Whether you’re new to investing or are an investing buff, there’s a lot to keep up with when it comes to the stock market. Buying and selling can become cumbersome, and if you’re not careful to do your own research before investing, you could potentially lose a lot of money.
What if there was an easier way?
In 1995, Nate Pile started to recognize the fact that many investors were researching their own investments rather than relying on financial and investment advisors. Because of this need, he created Nate’s Notes, where he shared stock market information and recommendations with average investors in an easy to understand and follow format. He write and shares he notes at NotWallStreet.com.
Nate’s Notes Newsletter – What It’s All About
Nate’s Notes has become one of the top investing newsletters in the nation and has consistently outperformed the stock markets. In fact, in 1998 Nate recommended his newsletter readers to buy Apple shares when they were less than a dollar!
Nate’s favorite sectors are bio-tech and high tech stocks due to his background. Although he now focuses on companies that have market capitalizations from a few hundred million to several billion.
Nate personally writes the newsletter and breaks down his recommendations very easily so that investors know exactly what to do.
This is what type of information you can expect to get in newsletter:
- What to buy and sell and when you should do it.
- How much you should consider paying for each stock.
- What the newsletters portfolio is buying and selling, including how many shares.
- Why he thinks each position is a good buy.
- The tickers symbol, name, and closing price of each stock.
- A portfolio recap showing exactly what has been either bought or sold since the last newsletter.
Here’s a screenshot of his track record since 10/31/97:
As you may have already guessed Nate’s Notes isn’t free. The rates are as follows (electronic version):
- 1 Year – $289
- 2 Years – $519
- 3 Years – $699
These subscriptions come with monthly electronic newsletters and have a total satisfaction guarantee. If you subscribe and decide you no longer want to receive the newsletter you can get a prorated refund.
You can also check out a sample newsletter here.
My Review of the Information in the Newsletter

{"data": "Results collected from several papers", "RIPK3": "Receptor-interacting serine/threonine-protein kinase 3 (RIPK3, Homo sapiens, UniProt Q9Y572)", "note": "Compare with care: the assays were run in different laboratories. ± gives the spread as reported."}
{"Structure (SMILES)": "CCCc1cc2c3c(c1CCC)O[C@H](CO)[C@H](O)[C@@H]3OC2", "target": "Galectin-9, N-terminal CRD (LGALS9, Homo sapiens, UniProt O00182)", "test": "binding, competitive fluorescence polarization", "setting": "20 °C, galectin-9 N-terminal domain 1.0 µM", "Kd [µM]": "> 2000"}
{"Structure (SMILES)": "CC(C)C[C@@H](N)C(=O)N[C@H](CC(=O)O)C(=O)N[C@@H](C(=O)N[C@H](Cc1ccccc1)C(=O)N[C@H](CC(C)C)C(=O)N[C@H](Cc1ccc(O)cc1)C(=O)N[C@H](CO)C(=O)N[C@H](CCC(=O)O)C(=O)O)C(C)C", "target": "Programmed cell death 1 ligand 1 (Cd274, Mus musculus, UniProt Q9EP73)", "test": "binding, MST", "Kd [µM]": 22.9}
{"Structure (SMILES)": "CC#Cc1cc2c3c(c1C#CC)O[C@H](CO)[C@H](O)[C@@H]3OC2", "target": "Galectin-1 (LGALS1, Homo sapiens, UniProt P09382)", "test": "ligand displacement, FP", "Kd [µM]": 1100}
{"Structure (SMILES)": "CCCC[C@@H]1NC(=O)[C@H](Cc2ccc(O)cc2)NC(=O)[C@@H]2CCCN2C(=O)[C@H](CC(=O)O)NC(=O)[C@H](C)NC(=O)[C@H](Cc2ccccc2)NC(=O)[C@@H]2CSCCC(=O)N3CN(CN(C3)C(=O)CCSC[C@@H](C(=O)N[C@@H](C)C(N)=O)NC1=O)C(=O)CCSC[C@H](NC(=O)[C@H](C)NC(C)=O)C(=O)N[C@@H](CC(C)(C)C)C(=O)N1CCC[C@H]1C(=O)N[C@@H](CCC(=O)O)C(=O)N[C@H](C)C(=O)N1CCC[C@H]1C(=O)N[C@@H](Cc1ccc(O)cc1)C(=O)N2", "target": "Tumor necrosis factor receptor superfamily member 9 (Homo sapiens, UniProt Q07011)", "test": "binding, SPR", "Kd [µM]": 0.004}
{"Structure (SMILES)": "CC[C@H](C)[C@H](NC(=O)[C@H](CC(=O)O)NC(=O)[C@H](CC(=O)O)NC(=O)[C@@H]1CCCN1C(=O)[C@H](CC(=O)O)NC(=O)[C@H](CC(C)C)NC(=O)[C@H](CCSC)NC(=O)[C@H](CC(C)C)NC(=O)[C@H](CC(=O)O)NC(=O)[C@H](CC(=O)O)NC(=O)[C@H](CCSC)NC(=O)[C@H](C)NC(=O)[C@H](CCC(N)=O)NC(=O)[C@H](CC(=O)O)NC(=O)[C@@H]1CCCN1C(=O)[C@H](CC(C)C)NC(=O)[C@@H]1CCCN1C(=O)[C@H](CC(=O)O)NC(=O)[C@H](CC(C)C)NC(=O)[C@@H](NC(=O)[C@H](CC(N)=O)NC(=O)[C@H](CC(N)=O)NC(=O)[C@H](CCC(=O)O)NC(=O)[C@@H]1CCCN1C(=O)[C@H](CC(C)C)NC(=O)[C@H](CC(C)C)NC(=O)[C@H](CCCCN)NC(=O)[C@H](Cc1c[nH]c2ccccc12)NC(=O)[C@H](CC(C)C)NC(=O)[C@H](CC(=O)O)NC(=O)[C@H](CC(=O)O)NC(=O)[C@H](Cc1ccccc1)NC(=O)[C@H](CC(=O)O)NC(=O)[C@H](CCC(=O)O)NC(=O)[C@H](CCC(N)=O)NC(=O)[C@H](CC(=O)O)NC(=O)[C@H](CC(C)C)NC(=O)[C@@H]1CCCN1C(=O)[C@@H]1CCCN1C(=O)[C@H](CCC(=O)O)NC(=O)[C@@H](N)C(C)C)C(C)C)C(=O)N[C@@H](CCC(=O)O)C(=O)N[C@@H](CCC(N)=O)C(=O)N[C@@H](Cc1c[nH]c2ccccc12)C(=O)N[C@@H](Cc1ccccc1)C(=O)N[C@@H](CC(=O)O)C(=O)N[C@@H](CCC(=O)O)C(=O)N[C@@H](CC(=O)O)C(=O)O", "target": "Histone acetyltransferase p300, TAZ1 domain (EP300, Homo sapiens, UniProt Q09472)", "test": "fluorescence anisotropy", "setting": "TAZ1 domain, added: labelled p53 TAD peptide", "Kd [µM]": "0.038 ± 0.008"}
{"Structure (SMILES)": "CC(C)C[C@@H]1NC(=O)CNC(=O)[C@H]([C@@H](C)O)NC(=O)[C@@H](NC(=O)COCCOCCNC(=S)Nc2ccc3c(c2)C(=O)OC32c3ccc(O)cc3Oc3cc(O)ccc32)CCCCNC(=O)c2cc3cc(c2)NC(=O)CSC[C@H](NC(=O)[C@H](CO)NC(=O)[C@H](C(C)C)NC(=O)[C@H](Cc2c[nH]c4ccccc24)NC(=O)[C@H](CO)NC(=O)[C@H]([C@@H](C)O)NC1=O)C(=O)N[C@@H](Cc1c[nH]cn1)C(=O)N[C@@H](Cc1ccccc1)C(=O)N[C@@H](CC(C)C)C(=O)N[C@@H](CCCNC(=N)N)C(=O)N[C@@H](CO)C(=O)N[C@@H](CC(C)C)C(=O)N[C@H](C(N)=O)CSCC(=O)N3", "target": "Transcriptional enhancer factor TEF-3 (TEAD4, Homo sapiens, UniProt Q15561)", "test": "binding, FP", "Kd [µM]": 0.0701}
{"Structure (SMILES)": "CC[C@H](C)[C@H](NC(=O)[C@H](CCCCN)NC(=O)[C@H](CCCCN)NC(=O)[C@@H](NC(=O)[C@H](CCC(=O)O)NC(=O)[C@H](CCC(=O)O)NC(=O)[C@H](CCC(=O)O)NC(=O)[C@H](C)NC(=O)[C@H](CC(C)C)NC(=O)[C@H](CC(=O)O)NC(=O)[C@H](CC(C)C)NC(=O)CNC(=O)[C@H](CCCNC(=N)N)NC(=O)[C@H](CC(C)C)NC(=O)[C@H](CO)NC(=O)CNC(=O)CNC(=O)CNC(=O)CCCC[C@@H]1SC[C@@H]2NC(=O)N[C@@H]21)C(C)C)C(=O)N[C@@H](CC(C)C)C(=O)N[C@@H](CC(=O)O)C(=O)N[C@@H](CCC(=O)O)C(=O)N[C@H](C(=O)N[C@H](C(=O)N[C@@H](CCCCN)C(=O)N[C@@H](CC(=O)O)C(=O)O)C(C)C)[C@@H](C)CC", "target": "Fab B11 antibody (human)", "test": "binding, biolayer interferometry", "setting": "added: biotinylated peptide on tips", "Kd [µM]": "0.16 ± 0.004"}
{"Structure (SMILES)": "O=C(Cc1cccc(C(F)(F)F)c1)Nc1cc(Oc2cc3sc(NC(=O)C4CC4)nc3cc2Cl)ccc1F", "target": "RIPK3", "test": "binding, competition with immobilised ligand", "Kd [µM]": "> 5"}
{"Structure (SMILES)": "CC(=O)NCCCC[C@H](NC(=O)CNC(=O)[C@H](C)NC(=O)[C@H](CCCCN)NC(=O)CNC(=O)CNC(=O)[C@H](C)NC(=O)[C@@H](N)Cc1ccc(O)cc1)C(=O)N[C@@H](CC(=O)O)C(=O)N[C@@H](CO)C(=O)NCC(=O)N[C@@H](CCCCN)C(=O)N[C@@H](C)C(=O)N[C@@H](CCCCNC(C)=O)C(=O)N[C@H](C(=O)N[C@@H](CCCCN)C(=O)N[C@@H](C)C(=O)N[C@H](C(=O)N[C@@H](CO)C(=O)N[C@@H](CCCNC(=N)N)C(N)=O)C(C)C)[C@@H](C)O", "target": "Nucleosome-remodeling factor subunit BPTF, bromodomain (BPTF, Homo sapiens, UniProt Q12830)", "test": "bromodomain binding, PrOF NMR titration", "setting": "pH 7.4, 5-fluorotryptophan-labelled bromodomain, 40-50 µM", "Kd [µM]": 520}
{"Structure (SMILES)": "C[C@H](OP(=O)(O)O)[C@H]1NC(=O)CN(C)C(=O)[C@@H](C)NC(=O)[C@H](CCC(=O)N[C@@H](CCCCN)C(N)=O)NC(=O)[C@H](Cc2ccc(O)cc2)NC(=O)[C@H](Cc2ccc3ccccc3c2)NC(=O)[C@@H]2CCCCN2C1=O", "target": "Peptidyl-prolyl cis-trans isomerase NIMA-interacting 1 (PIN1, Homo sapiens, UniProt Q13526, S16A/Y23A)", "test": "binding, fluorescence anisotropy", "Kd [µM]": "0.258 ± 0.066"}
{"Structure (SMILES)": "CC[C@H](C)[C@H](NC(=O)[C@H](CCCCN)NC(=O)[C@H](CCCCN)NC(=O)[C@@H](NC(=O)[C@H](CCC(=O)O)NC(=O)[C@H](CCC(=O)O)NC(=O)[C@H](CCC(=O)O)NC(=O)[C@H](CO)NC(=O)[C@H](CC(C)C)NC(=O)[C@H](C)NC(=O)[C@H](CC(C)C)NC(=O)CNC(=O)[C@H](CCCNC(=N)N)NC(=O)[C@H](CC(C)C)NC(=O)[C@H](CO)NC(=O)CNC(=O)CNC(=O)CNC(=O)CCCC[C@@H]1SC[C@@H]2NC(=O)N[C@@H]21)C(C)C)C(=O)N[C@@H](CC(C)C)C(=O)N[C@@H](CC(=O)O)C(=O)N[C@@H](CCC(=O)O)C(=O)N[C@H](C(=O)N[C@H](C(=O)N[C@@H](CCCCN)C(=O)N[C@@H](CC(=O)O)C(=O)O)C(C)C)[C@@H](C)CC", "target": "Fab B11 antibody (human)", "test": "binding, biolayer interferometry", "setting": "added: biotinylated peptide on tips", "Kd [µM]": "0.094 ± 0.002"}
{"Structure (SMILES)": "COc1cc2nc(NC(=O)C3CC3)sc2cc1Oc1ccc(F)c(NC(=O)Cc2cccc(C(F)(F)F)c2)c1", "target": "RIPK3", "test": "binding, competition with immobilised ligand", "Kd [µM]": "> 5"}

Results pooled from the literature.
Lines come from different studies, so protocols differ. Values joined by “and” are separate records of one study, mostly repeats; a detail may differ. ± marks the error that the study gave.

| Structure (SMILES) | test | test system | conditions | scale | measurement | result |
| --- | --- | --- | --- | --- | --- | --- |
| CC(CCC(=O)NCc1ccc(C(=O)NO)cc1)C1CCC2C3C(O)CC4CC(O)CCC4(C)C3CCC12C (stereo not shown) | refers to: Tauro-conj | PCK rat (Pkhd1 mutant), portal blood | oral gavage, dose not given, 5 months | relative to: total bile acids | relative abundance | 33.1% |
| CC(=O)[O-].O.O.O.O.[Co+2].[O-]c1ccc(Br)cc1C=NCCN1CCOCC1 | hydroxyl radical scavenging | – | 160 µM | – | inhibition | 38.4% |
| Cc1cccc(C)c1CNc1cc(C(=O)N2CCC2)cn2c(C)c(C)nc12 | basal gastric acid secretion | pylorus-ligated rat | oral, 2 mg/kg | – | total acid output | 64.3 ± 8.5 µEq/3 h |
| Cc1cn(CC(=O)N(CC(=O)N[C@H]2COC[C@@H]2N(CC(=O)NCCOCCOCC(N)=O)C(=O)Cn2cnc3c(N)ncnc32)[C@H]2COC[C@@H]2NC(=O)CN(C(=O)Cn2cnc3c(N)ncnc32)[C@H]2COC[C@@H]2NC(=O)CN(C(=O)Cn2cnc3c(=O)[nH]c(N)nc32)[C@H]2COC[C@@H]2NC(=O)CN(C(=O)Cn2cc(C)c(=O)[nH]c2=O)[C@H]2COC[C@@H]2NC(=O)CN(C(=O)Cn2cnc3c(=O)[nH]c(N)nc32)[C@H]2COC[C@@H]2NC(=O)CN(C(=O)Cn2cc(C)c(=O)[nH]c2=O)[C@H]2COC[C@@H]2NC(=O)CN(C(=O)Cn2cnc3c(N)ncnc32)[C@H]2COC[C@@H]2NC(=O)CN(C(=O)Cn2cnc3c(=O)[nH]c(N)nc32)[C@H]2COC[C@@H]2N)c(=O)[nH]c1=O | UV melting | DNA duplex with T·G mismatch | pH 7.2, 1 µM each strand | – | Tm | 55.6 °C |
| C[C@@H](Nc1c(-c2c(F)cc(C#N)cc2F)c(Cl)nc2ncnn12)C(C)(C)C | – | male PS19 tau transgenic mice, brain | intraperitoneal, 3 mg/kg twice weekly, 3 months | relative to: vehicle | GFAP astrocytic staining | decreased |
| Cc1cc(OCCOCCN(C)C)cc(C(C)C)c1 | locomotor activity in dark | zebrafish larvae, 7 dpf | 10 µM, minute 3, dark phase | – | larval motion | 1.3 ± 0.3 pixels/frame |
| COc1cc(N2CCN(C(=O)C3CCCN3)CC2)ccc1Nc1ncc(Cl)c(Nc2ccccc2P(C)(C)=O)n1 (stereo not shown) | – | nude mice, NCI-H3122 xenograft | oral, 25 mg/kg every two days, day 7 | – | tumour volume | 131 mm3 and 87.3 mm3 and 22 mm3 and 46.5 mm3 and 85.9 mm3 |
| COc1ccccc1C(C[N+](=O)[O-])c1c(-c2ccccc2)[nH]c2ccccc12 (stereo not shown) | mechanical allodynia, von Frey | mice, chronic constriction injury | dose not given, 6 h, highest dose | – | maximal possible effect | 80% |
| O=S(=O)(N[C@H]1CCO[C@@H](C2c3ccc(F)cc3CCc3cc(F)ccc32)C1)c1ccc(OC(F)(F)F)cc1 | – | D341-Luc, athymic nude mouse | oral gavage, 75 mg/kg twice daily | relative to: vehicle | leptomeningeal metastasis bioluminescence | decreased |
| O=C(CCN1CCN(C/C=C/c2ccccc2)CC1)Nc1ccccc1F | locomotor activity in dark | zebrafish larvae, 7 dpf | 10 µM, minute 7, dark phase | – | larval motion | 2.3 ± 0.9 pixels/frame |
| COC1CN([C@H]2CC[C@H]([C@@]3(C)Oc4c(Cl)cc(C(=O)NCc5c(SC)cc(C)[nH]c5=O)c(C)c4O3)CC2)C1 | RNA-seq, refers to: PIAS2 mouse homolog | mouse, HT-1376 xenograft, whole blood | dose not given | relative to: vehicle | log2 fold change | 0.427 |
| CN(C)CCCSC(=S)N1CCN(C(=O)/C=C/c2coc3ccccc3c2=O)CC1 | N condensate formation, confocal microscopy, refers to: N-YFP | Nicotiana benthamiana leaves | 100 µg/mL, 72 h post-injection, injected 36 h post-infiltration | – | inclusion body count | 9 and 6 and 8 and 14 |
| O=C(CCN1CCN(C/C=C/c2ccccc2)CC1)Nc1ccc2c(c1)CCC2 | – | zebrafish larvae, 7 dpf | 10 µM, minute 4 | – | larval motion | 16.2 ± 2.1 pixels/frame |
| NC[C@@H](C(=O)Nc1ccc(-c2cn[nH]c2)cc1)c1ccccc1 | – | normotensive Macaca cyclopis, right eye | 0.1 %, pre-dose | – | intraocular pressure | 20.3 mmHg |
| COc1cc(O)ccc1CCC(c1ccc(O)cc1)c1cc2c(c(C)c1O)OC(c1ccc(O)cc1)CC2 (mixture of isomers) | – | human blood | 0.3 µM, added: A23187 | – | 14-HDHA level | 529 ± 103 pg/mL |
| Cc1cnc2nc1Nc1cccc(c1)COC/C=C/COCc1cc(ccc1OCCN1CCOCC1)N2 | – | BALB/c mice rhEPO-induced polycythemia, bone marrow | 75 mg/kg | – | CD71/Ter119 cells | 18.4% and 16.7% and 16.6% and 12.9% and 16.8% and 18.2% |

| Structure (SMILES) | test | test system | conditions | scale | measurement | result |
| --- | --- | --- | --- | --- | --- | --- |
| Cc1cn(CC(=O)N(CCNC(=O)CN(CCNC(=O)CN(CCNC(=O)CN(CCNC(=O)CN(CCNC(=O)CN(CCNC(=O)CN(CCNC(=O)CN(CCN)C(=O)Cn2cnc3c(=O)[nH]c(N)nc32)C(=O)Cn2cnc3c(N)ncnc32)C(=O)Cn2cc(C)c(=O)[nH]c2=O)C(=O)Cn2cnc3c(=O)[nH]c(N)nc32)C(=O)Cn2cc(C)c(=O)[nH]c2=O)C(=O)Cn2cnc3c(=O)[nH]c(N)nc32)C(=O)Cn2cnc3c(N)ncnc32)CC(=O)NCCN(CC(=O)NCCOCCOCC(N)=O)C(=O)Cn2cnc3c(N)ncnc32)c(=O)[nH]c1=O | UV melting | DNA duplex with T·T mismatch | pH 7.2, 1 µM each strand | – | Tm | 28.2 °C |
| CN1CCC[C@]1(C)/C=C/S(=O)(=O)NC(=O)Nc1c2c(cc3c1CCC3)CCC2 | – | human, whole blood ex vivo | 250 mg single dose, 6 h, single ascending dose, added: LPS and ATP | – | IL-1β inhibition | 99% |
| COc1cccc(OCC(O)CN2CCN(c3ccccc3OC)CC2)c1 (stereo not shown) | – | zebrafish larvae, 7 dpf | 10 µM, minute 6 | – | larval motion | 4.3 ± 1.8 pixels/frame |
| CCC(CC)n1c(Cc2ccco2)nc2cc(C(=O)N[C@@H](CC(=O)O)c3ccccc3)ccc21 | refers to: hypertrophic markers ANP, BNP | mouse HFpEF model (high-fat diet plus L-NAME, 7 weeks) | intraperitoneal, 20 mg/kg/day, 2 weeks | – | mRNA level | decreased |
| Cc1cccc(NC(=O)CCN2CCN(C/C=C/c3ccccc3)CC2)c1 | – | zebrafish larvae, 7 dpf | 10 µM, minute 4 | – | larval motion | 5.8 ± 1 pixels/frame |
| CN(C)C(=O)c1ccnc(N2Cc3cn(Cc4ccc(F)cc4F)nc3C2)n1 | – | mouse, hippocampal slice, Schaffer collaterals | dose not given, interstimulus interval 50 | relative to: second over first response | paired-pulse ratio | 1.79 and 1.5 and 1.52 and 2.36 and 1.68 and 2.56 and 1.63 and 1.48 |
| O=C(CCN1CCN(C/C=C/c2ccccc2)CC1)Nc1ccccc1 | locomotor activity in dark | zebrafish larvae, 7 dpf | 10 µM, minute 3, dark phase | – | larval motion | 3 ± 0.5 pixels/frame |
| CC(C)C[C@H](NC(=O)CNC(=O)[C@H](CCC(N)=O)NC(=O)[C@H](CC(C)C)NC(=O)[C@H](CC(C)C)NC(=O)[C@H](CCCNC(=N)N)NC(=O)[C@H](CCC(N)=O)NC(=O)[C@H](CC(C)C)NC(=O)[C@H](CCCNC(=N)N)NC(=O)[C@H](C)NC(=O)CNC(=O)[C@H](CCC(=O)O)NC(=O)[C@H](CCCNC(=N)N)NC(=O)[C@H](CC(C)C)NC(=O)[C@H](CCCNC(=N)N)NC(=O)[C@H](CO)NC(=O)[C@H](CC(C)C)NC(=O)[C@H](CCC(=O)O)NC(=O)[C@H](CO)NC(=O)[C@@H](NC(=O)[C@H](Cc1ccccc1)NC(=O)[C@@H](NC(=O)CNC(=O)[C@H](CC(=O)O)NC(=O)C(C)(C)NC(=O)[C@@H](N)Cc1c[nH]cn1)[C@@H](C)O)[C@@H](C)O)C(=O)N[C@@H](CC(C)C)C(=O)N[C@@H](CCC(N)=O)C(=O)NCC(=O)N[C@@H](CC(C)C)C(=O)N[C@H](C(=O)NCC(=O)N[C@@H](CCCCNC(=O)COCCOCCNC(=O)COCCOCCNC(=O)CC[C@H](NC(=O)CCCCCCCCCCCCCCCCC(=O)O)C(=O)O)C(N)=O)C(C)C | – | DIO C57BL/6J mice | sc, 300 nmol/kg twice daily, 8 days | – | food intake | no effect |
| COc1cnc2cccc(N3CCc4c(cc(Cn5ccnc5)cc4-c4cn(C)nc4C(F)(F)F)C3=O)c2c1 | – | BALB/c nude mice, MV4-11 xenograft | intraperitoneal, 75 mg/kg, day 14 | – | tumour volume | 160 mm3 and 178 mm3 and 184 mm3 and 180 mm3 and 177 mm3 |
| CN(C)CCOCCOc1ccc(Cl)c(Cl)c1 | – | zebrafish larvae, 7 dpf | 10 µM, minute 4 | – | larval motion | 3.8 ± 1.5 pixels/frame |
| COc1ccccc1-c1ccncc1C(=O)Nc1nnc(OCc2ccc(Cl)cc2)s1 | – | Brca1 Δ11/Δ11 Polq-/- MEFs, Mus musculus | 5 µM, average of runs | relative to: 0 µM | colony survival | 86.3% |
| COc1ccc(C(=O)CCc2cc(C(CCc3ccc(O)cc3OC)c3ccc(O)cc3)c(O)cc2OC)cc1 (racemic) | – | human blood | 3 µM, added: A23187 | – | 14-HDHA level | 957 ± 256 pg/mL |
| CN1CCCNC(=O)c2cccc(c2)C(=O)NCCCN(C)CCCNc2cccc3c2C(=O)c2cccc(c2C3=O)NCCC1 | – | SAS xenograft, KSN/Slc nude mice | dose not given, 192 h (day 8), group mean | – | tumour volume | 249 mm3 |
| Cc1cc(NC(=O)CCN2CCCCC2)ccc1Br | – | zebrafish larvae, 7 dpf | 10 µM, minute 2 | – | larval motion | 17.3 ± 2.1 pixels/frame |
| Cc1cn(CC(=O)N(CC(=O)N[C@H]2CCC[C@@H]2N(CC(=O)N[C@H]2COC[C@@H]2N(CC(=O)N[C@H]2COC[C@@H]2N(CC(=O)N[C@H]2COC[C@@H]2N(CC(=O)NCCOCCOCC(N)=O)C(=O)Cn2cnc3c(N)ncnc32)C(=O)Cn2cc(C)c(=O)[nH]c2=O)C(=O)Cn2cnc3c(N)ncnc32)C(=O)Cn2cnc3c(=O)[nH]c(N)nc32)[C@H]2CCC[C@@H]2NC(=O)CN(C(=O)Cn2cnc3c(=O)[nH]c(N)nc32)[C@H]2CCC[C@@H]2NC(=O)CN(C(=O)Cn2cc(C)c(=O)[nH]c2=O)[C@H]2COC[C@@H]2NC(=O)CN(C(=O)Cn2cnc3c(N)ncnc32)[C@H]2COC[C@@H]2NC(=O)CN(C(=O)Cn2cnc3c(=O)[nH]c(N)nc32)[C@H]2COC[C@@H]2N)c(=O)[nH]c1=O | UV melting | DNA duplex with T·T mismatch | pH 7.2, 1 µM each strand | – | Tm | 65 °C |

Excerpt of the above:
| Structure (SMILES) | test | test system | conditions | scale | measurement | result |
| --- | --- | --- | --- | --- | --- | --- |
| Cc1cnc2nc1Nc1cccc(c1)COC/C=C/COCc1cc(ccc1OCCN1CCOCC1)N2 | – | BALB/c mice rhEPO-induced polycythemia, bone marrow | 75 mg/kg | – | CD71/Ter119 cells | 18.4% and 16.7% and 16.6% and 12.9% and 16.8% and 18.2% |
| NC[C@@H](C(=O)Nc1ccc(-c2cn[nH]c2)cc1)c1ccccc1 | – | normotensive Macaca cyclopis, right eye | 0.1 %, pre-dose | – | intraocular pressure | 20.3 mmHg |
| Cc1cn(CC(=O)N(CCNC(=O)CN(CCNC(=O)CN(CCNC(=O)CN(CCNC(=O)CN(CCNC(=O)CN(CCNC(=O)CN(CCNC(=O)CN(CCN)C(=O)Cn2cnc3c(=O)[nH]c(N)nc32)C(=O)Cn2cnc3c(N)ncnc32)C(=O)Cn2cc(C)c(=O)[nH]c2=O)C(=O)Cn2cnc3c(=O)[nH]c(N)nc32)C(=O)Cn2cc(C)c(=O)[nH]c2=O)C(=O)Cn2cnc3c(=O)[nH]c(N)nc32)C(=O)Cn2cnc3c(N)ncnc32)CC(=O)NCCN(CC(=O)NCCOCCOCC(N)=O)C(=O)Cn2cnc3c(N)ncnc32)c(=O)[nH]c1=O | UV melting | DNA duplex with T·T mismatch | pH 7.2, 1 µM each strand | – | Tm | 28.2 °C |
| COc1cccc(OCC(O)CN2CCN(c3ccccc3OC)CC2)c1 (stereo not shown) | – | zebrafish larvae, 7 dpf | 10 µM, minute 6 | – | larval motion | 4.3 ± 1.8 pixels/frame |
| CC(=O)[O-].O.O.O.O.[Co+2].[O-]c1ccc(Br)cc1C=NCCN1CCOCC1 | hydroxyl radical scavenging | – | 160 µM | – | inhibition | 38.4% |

I spent a lot of time going through and digesting the information in the Nate’s Notes Newsletter. It’s clear that Nate spends a lot of time thinking about how macro-level events will ripple through the market and impact companies. But, at the same time, he really looks at a company, their products, and potential performance to make informed decisions on stocks to buy.
In his current newsletter, he recommends 19 different positions to buy. Surprisingly, there are three ETFs in the mix as well. For his two different portfolios – the Model Portfolio and the Aggressive Portfolio, he invests in the same companies, but the Aggressive Portfolio maintains a different mix of the same stocks.
For each company in the portfolio, he gives you buy and sell recommendations, and show you how he is changing the portfolio each month. For example, last month he had 2 sell transactions, and 5 buy transactions. For each stock he gives buy and strong buy levels, and when he does sell, he shares the reason why. For this month’s sells, it was to lock in profits on stocks that were nearing their highs.
The hard part of newsletters (and any stock market advice) is that patience is required. There are no overnight miracles, and stocks take time to change in value. And right now, with the markets in turmoil, there are no “easy” investments to be had. Nate is urging caution and patience in his newsletter – as he has been sharing that the markets are waiting for several items of uncertainty (Greece, the Fed, and more) to become more certain.
My Two Words Of Caution On Nate’s Notes
After digging into the newsletter, I only have two words of caution for potential readers and subscribers. Nate did really well in picking several stocks years ago – specifically Apple (which he highlights he picked when it was less than $1) and several others. As such, the gains of 1-2 stocks are what dramatically make up the “since inception” returns.
That’s not to say that he doesn’t deliver great return. His Model Portfolio has returned 19.5% YTD 2015 versus about 3.98% YTD return for the S&P500.
Second, all of his returns are based on his trades, and so followers may not line up exactly at the same price, skewing returns. Once again, it’s not a big difference in performance, but investors should be aware that it’s tough to mimic a newsletter portfolio exactly.
Is This Newsletter Right for You?
It’s important to note that Nate’s Newsletter is for investor who want to take a long term approach to investing. It’s not for day traders. Nate holds many of his positions for years and the newsletter reflects that.
While Nate’s Notes comes with a price tag it could be worth the price if you want information on exactly what to do when it comes to your portfolio.